We seem to be stuck at an impasse on this issue.
Is funnest a word or not?
If so, does it mean "most fun"?
Taken from Wiktionary:
Funnest is a regular superlative of the adjective fun. However, the use of fun as an adjective is itself still often seen as informal or casual and to be avoided in formal writing, and this would apply equally to the superlative form. Merriam-Webster, however, gives fun as an adjective without comment, and states that funner and funnest are ‘sometimes’ used. Because of the remaining stigma, most fun may be preferred in formal writing.
"Funnest" has good English morphology. For instance, it doesn't begin with the glottal "ng" sound, which doesn't occur in English at the start of a word. That kind of thing would tend to spoil all chances of an utterance from becoming an English word.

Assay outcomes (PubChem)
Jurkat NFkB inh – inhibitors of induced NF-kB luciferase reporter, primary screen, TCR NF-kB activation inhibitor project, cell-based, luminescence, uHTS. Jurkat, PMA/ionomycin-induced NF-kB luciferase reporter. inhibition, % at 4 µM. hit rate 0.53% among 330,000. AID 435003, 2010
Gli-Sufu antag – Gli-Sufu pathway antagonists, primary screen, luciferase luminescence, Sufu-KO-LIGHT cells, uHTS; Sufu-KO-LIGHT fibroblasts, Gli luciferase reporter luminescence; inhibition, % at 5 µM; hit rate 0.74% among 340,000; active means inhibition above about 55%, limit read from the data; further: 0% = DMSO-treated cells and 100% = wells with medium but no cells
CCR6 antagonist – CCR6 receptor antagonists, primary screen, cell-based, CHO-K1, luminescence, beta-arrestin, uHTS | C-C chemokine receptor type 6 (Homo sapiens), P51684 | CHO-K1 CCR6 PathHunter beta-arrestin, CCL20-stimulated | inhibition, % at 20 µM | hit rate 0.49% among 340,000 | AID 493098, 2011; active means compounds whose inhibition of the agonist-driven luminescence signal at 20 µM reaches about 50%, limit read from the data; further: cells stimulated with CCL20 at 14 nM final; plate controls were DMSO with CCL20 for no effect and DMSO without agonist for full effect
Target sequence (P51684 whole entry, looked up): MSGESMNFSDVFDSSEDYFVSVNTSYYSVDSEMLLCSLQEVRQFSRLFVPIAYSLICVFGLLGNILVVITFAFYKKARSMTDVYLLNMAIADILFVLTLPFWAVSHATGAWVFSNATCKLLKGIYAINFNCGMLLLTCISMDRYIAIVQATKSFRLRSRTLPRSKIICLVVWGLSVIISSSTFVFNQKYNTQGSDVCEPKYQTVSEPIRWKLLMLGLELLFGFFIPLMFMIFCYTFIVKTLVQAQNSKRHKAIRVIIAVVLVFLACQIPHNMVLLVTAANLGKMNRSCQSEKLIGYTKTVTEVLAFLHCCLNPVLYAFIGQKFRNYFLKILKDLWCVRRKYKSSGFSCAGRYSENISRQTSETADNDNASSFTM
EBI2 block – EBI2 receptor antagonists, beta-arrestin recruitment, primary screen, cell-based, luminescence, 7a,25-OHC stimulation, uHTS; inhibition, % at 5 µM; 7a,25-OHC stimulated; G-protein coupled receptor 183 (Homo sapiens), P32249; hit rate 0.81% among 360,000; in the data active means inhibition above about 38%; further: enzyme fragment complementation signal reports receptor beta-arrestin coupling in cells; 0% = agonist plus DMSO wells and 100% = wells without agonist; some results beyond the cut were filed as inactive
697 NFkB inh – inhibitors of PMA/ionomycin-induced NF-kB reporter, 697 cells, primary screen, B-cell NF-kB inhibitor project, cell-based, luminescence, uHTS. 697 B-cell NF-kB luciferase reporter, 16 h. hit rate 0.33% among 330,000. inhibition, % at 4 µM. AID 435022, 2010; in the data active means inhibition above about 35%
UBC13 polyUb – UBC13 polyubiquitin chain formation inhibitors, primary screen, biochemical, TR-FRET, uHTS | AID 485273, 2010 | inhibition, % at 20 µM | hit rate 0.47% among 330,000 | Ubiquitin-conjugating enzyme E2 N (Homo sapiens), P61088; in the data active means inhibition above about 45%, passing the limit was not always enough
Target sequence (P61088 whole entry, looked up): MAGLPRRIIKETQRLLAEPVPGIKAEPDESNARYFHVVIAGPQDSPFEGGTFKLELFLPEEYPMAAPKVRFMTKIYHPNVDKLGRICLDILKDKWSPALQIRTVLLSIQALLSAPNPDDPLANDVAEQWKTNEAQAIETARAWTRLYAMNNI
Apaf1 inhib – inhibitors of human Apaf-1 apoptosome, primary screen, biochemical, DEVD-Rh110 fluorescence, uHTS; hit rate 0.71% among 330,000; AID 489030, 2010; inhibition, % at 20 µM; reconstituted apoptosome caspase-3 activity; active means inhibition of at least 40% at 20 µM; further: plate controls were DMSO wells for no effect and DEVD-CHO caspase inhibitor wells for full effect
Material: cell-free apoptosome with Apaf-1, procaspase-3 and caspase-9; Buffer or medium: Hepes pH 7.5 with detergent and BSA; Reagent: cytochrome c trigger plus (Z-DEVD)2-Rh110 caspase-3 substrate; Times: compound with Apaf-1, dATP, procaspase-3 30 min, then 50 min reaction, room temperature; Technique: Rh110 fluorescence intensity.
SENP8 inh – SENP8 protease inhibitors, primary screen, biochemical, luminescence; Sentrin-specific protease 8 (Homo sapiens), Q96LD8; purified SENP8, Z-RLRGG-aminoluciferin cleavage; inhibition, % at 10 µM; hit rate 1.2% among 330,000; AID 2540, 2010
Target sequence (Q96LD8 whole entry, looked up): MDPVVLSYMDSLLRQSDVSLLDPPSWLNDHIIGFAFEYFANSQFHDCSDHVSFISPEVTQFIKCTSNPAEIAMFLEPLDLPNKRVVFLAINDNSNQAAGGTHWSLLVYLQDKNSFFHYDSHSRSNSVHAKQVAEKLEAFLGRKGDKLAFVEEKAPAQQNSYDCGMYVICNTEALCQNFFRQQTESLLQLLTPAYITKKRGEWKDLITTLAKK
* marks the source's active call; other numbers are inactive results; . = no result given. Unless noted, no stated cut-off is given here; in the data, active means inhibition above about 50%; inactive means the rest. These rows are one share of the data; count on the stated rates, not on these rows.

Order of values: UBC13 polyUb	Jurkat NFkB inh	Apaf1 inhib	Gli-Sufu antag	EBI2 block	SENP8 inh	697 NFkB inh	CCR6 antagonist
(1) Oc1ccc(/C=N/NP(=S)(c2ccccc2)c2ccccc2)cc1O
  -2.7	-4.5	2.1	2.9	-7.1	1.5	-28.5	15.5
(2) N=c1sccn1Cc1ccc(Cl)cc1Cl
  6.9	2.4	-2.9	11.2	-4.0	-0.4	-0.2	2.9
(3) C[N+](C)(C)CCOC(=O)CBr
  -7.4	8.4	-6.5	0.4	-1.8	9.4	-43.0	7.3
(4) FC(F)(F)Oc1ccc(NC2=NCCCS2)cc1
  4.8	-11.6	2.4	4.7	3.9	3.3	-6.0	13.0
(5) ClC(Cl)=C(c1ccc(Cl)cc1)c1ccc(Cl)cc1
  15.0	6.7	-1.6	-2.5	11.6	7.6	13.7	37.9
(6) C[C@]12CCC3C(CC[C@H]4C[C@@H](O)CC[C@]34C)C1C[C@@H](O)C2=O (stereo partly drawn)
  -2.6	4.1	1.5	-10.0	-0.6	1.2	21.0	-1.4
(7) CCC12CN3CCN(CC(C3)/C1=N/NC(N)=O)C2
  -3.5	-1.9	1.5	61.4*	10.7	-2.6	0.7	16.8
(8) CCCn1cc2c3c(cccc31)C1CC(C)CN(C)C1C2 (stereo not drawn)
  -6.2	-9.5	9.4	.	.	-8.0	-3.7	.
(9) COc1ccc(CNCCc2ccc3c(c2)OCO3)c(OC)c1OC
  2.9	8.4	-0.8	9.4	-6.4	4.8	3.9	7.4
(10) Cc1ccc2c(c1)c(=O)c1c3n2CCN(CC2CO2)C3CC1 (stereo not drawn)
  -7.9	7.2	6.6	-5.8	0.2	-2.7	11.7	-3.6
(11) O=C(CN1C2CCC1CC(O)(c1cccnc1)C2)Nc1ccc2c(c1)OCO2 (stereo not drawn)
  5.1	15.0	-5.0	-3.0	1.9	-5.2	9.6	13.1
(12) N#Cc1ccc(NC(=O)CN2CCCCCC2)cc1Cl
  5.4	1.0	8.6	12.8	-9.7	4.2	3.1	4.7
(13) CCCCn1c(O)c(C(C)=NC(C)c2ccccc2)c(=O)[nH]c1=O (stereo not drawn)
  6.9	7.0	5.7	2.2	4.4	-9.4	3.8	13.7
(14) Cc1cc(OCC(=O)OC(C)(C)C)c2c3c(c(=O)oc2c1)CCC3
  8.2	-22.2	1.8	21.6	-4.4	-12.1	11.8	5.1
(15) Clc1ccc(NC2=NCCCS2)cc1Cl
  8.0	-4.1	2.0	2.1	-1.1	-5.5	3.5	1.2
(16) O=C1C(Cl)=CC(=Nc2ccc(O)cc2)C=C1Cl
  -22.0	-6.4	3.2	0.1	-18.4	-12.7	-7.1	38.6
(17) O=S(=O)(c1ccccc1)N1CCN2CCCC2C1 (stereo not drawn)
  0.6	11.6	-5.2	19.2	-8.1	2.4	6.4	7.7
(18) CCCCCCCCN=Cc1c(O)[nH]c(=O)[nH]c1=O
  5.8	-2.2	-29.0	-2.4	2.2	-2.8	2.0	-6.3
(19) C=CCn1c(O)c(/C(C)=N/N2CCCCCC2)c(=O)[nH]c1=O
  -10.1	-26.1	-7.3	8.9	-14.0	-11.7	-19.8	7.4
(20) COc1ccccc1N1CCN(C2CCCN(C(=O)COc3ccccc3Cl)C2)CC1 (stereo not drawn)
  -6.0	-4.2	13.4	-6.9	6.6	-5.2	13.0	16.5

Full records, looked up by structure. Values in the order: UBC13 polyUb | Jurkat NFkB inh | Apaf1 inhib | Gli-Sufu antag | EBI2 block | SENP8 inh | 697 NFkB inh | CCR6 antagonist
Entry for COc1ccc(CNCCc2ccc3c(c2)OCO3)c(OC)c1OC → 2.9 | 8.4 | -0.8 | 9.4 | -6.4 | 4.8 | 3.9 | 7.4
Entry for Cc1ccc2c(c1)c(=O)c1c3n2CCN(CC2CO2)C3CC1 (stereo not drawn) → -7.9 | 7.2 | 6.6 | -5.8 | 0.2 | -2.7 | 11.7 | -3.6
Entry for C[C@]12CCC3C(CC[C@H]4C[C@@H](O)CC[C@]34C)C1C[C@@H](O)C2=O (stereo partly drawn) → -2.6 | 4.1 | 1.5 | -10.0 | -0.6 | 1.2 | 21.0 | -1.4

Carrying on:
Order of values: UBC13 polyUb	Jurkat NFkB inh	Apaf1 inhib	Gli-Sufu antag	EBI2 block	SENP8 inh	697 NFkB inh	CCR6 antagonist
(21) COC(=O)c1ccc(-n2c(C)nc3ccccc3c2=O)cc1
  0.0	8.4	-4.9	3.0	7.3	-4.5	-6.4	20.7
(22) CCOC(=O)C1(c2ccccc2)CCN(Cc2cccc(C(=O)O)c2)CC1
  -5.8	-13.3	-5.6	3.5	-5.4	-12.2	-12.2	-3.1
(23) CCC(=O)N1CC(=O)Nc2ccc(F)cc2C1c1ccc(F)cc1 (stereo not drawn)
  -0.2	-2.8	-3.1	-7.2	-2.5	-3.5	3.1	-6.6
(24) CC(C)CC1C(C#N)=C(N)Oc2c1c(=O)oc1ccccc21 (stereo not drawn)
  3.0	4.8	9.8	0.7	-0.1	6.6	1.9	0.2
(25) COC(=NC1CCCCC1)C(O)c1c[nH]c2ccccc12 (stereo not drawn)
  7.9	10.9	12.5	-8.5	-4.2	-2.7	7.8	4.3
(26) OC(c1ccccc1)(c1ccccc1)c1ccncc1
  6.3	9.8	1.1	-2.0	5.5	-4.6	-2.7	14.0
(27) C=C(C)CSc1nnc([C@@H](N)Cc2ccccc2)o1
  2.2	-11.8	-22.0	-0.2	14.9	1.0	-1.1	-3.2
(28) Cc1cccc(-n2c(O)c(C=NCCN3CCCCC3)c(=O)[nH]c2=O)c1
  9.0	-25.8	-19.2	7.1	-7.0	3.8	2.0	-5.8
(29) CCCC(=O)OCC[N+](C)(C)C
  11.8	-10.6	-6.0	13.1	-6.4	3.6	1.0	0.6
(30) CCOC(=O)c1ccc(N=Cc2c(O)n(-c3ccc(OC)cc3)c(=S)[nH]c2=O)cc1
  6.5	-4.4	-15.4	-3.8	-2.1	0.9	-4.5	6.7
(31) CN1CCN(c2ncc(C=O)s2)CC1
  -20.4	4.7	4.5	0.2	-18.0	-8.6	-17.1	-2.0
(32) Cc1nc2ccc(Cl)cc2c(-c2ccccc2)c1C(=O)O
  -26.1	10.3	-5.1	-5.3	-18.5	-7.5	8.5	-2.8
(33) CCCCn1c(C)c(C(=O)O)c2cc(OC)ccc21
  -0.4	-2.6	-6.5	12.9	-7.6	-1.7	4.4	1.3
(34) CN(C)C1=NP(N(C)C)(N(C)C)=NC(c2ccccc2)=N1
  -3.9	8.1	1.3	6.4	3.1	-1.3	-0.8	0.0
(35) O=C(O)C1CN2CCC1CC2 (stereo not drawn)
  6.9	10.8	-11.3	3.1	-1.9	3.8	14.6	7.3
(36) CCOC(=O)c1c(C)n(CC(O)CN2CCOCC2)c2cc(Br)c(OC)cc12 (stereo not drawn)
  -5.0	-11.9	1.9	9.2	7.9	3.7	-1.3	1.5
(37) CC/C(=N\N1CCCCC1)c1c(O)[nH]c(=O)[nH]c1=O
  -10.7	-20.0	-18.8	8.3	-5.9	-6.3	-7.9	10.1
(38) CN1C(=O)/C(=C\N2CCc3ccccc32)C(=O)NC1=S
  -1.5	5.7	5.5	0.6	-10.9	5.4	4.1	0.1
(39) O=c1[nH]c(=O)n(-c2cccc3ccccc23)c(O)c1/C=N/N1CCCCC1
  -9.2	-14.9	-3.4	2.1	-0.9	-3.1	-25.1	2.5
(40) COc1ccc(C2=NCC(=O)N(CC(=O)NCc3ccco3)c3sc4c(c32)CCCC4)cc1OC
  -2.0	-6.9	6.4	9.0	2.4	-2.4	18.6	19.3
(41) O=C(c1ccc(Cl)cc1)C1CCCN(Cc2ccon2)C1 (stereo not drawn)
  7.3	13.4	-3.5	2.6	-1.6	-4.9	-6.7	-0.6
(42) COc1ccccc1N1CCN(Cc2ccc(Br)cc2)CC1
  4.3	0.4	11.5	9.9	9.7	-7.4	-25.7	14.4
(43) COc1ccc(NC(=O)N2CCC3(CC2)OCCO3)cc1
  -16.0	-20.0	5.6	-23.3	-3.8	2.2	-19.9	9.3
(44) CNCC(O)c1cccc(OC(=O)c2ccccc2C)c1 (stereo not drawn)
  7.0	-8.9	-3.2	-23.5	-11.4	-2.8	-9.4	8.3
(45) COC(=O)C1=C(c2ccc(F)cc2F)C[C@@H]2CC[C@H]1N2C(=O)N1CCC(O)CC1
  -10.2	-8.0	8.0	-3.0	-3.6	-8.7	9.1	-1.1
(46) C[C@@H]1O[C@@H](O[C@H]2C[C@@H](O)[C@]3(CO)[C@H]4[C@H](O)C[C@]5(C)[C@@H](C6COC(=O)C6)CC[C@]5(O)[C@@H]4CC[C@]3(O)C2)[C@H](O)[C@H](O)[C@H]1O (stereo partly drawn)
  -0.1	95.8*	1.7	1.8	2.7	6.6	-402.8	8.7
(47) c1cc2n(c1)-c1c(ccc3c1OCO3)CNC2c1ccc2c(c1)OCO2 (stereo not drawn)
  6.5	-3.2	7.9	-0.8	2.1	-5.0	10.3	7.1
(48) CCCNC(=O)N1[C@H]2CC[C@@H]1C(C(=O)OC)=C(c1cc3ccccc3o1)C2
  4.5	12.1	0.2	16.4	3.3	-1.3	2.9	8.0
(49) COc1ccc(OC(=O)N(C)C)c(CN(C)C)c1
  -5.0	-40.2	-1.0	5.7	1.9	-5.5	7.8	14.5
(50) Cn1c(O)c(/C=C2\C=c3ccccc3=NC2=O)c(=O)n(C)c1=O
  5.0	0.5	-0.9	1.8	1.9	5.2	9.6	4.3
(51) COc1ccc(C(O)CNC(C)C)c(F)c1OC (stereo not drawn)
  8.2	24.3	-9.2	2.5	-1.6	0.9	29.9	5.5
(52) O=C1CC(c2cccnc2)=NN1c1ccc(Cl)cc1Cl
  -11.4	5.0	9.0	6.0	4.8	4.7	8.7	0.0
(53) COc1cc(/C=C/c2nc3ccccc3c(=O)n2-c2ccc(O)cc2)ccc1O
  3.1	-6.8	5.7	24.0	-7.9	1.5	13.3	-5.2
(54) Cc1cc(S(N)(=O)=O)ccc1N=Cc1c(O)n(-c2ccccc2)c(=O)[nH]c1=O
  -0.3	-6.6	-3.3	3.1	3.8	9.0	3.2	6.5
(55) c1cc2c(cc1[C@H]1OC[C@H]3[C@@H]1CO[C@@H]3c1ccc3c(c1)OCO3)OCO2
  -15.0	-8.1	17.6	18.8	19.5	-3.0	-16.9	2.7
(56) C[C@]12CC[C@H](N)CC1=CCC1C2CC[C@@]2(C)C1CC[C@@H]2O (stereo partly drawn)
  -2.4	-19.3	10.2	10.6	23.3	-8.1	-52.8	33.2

It is derived from "fun", which is already an English adjective, and it is derived according to a rule that derives many existing superlatives. So you have here a good candidate for a word which could easily pass into usage among a group of English-speaking people, and evidently it has.
The only problem is that it's not widely used.
The human brain probably handles language not simply with with rigid rules, but through the memorization of a large number of special cases and exceptions based on examples and correction during language acquisition.
This is why numerous irregularities can happily exist.
Examples that are not heard are sometimes ruled out by native speakers as ungrammatical.
"Funnest" sounds strange simply because it's rarely heard, other than from children (who are usually going to be corrected to say "most fun" instead, thereby ensuring that they too will come to regard "funnest" as strange, when they will have long forgotten that they uttered it when they were small.)
On the other hand, "funner" and "funnest" are not so unheard of that it has not made its way into some dictionaries, such as Merriam-Webster.
If a word is in at least one major dictionary, it's safe to regard it as a word.
Some dictionaries may be more conservative than others, but, on the absolute scale, they are maintained by some pretty darn conservative people who will not too casually lend their support to a new word. If some of them think something is a word, that's probably good enough for the rest of us.